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I would like to begin by reading you a letter that was written about 7 weeks ago:

Dear Fayetteville Public Library, Arkansas Family and Friends,

I am profoundly saddened that I am unable to be with you on Friday, April 11, 2014. I long to come to the state of Arkansas, in general, and I long to be in Fayetteville, in particular. I learned in Arkansas at a very young age from my grandmother who taught me, ‘when you learn, teach, and when you get, give’.

In Arkansas I also learned not to complain. I was taught that there are people all over the world who have less than I have and who would give anything for a portion of my possessions. They went to sleep last night as I went to sleep and they never awakened. Their beds have become their cooling boards and their blankets have become their winding sheets and they would give anything and everything for what I was complaining about.

In Arkansas, I learned to trust love, not the romance of it, but the heart of it. In Arkansas I learned to have respect for friendship, to honor it, to trust it and to build it.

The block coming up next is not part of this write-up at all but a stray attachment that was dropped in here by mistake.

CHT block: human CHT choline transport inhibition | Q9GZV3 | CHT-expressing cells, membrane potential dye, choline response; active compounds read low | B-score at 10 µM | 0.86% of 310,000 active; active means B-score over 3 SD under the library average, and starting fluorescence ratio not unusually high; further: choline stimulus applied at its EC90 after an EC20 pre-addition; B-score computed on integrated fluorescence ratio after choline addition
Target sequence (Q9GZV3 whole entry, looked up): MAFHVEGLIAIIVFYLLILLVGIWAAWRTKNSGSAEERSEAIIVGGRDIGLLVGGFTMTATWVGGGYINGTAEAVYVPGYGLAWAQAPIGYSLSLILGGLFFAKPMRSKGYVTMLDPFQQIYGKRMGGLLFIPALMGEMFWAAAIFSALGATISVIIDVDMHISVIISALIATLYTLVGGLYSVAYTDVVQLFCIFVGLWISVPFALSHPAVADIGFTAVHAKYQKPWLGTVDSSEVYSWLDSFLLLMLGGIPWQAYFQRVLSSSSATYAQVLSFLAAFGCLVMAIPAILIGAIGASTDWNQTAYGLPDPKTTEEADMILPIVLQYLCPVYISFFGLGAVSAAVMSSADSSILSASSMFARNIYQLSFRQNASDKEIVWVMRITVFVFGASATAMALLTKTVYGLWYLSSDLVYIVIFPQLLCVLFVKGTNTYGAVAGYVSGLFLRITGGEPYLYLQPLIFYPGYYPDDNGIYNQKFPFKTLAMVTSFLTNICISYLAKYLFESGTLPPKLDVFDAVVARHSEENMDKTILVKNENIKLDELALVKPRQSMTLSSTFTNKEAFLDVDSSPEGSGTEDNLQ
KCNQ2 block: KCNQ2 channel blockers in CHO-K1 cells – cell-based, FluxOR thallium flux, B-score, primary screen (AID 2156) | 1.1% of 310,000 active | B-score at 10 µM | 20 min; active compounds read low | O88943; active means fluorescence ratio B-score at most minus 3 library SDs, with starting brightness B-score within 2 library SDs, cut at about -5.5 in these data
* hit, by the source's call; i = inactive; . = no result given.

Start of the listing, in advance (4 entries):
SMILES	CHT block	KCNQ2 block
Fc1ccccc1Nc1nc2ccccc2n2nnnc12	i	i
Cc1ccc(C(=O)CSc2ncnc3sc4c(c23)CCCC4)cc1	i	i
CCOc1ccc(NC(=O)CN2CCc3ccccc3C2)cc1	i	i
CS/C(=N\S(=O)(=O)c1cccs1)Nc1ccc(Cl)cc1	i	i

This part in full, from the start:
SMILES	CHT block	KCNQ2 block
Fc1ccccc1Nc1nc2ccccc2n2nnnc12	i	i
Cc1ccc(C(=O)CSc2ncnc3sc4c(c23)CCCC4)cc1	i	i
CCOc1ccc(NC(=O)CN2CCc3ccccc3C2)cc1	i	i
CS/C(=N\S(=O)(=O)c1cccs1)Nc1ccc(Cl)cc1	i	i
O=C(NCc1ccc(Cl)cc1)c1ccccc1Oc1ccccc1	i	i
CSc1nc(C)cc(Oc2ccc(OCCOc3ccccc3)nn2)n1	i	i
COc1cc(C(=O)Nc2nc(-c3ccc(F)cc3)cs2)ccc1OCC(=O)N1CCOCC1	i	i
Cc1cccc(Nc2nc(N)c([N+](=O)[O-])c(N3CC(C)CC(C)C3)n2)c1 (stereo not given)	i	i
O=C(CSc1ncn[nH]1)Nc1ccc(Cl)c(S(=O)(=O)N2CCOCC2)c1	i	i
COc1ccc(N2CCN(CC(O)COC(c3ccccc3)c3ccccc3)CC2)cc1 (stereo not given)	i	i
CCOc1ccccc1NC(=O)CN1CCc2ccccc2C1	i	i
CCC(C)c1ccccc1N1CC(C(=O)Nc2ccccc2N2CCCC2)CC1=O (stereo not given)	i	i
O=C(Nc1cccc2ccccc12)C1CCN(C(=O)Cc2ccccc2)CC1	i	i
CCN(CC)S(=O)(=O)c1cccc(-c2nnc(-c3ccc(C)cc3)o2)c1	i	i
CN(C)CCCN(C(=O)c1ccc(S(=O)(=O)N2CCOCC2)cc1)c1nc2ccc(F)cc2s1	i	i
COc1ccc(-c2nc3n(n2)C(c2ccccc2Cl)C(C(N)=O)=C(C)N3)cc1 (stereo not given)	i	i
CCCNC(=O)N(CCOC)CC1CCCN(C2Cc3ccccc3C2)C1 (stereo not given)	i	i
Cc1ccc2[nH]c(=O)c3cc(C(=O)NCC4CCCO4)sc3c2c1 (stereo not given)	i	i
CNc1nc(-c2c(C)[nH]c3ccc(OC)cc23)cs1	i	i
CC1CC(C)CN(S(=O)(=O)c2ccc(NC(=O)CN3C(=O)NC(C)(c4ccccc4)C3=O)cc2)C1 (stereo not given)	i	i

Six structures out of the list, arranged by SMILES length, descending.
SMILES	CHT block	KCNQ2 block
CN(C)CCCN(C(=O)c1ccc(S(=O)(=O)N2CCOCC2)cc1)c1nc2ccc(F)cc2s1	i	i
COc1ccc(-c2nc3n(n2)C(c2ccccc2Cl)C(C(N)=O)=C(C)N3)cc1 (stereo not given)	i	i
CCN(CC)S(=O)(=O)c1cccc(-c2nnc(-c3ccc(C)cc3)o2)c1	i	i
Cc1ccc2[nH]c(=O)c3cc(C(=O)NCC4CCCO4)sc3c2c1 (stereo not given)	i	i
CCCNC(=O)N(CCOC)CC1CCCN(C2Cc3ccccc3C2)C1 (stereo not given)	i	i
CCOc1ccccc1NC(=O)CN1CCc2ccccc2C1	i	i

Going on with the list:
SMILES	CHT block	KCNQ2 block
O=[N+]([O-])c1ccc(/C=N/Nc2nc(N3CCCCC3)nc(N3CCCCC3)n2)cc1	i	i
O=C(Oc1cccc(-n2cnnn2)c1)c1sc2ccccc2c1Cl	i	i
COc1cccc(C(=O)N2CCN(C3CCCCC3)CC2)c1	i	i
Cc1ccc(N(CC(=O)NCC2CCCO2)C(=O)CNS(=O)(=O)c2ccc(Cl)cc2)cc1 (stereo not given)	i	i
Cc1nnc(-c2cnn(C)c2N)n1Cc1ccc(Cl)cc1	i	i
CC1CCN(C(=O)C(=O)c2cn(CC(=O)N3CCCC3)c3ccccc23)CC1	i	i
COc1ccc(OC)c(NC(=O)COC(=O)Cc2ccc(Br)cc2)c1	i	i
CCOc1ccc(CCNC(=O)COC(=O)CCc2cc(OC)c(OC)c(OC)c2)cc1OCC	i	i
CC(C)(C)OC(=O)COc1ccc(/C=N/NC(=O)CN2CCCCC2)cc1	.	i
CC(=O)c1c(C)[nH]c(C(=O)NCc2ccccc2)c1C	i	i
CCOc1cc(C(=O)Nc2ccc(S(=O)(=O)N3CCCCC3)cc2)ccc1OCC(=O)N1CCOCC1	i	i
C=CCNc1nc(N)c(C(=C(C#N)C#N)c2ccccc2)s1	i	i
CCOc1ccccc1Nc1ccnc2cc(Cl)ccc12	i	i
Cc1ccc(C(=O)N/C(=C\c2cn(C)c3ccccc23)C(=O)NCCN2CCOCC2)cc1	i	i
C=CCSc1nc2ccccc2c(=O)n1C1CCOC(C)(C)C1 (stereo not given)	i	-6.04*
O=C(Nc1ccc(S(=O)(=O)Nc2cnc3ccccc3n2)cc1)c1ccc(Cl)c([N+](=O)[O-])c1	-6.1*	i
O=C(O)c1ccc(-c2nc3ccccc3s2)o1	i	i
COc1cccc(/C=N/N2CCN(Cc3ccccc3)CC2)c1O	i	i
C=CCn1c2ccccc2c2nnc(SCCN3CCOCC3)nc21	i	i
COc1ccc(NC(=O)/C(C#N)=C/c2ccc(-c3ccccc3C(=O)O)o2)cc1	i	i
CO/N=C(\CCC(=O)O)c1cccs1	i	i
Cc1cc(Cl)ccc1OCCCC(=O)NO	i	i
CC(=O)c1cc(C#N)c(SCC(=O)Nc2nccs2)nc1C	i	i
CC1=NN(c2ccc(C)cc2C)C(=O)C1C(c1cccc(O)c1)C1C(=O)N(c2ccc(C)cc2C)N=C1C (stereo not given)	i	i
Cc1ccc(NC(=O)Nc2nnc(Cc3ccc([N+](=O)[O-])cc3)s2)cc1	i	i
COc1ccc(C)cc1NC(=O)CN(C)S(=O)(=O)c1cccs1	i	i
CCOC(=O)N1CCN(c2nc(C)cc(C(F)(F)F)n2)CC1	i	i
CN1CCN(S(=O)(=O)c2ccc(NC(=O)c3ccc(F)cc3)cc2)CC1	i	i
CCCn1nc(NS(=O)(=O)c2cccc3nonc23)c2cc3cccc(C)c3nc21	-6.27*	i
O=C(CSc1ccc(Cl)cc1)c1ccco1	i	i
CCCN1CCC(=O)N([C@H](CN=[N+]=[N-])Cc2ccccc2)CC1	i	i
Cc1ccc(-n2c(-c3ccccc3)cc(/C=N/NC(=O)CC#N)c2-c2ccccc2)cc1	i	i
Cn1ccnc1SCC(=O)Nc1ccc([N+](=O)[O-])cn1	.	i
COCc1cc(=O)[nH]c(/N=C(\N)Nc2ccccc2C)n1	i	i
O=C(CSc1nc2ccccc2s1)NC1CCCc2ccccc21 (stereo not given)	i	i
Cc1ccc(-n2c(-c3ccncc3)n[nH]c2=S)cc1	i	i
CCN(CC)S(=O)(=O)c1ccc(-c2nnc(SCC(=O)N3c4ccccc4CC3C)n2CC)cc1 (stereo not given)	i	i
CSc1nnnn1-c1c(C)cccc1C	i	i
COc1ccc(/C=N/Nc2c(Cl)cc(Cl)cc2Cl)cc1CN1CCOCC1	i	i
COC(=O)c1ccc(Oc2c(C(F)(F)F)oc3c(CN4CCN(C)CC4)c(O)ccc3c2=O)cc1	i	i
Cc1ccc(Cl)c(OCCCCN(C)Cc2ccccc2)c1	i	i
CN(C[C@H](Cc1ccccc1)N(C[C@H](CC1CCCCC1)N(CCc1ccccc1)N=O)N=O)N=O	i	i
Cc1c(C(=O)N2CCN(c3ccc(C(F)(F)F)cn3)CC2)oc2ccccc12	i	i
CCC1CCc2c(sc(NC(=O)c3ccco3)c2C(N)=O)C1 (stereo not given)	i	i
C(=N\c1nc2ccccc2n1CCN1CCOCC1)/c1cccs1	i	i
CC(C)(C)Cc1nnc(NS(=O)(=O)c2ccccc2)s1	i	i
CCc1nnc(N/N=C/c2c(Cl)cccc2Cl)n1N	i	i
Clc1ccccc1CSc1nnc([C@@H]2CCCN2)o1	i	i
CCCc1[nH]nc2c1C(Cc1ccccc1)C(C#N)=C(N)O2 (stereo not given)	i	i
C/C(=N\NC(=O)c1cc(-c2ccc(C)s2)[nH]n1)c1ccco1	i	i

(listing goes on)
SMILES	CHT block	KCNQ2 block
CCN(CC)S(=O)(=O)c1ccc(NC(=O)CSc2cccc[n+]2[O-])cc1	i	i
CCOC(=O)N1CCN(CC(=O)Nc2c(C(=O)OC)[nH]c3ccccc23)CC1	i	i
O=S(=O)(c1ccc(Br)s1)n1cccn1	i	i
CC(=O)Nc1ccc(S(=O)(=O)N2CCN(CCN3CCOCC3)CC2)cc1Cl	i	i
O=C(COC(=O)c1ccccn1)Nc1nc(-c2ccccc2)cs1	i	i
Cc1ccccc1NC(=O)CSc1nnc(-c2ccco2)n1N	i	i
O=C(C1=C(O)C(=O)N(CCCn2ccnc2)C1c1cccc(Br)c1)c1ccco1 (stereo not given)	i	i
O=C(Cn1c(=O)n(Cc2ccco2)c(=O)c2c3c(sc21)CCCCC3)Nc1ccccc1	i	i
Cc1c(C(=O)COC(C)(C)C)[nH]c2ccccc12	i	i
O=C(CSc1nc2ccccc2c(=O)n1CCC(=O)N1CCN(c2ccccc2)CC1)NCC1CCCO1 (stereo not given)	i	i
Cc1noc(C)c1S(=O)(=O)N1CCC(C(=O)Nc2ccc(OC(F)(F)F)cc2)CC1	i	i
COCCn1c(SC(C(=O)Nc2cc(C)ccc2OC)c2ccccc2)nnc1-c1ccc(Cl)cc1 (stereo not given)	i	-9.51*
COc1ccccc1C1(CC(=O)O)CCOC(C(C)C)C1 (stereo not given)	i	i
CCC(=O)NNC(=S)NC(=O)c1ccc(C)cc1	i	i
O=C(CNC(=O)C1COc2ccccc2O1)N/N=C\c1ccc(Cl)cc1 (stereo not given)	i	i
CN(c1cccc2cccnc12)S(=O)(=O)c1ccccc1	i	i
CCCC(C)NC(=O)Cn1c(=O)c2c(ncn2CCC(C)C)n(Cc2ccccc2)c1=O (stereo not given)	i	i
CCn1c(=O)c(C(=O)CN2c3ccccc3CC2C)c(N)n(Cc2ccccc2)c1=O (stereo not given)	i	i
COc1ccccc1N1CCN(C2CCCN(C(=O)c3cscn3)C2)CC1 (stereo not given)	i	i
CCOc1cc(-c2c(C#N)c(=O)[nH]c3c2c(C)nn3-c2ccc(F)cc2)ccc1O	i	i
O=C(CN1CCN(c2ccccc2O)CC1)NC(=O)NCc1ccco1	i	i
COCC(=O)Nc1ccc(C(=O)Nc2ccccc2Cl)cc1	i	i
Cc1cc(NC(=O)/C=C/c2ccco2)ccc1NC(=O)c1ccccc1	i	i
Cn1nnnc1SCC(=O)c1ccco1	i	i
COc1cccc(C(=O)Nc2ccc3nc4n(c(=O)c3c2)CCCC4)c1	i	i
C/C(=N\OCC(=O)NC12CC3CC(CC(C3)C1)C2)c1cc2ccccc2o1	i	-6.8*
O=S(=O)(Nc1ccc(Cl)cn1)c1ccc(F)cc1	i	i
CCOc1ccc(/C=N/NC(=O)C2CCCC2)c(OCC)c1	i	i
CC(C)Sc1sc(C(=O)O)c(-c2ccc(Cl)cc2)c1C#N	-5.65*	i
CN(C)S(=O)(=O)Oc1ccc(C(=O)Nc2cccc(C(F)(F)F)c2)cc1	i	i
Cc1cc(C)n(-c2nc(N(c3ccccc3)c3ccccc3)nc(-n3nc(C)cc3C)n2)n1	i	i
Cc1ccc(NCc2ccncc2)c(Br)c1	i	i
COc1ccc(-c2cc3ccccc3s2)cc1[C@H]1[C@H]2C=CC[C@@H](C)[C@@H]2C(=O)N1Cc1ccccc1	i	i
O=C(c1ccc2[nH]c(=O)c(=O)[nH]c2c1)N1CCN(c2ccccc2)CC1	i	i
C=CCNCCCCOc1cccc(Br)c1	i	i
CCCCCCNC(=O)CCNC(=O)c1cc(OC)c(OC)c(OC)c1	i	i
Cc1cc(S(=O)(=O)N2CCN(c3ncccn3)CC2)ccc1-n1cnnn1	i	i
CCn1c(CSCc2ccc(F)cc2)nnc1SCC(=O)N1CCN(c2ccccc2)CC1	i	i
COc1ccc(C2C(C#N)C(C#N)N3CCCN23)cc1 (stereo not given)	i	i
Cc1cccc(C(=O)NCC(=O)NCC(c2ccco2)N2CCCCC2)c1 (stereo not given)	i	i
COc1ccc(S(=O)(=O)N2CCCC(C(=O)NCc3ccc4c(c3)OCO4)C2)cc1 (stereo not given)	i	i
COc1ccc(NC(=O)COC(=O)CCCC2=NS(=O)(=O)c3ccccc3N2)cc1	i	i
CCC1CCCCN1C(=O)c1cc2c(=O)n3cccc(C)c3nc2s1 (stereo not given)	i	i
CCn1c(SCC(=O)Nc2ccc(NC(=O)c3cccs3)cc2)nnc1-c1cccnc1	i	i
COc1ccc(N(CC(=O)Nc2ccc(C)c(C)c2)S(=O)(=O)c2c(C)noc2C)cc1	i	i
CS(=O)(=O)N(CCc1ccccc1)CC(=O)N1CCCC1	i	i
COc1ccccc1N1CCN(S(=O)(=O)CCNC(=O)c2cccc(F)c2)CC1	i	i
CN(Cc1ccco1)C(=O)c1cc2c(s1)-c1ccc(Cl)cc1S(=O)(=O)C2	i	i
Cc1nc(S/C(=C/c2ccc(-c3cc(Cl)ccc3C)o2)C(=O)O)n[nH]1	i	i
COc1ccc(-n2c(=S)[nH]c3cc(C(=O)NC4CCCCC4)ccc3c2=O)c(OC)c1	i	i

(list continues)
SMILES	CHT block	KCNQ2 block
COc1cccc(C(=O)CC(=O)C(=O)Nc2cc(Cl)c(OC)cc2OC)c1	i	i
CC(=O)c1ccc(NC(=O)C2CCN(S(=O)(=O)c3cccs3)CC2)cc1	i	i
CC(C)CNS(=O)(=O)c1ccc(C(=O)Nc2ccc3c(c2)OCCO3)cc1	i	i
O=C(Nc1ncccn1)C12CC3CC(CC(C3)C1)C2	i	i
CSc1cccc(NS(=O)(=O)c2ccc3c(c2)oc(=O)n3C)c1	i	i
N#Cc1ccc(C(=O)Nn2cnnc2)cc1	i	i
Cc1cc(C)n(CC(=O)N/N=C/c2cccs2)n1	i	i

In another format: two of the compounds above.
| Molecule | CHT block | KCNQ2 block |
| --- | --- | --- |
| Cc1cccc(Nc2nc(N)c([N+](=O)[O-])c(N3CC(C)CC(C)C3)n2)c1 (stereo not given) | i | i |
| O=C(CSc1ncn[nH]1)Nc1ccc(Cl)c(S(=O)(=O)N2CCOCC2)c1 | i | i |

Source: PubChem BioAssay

An unexpected ailment put me into the hospital. I will be getting better and the time will come when I can receive another invitation from my state and you will recognize me for I shall be the tall Black lady smiling. I ask you to please keep me in your thoughts, in your conversation and in your prayers.

Love,
I am,
Maya Angelou

In early April, she was scheduled to speak in Fayetteville Arkansas. A sudden illness required her to cancel the appearance. She sent that letter with her regrets: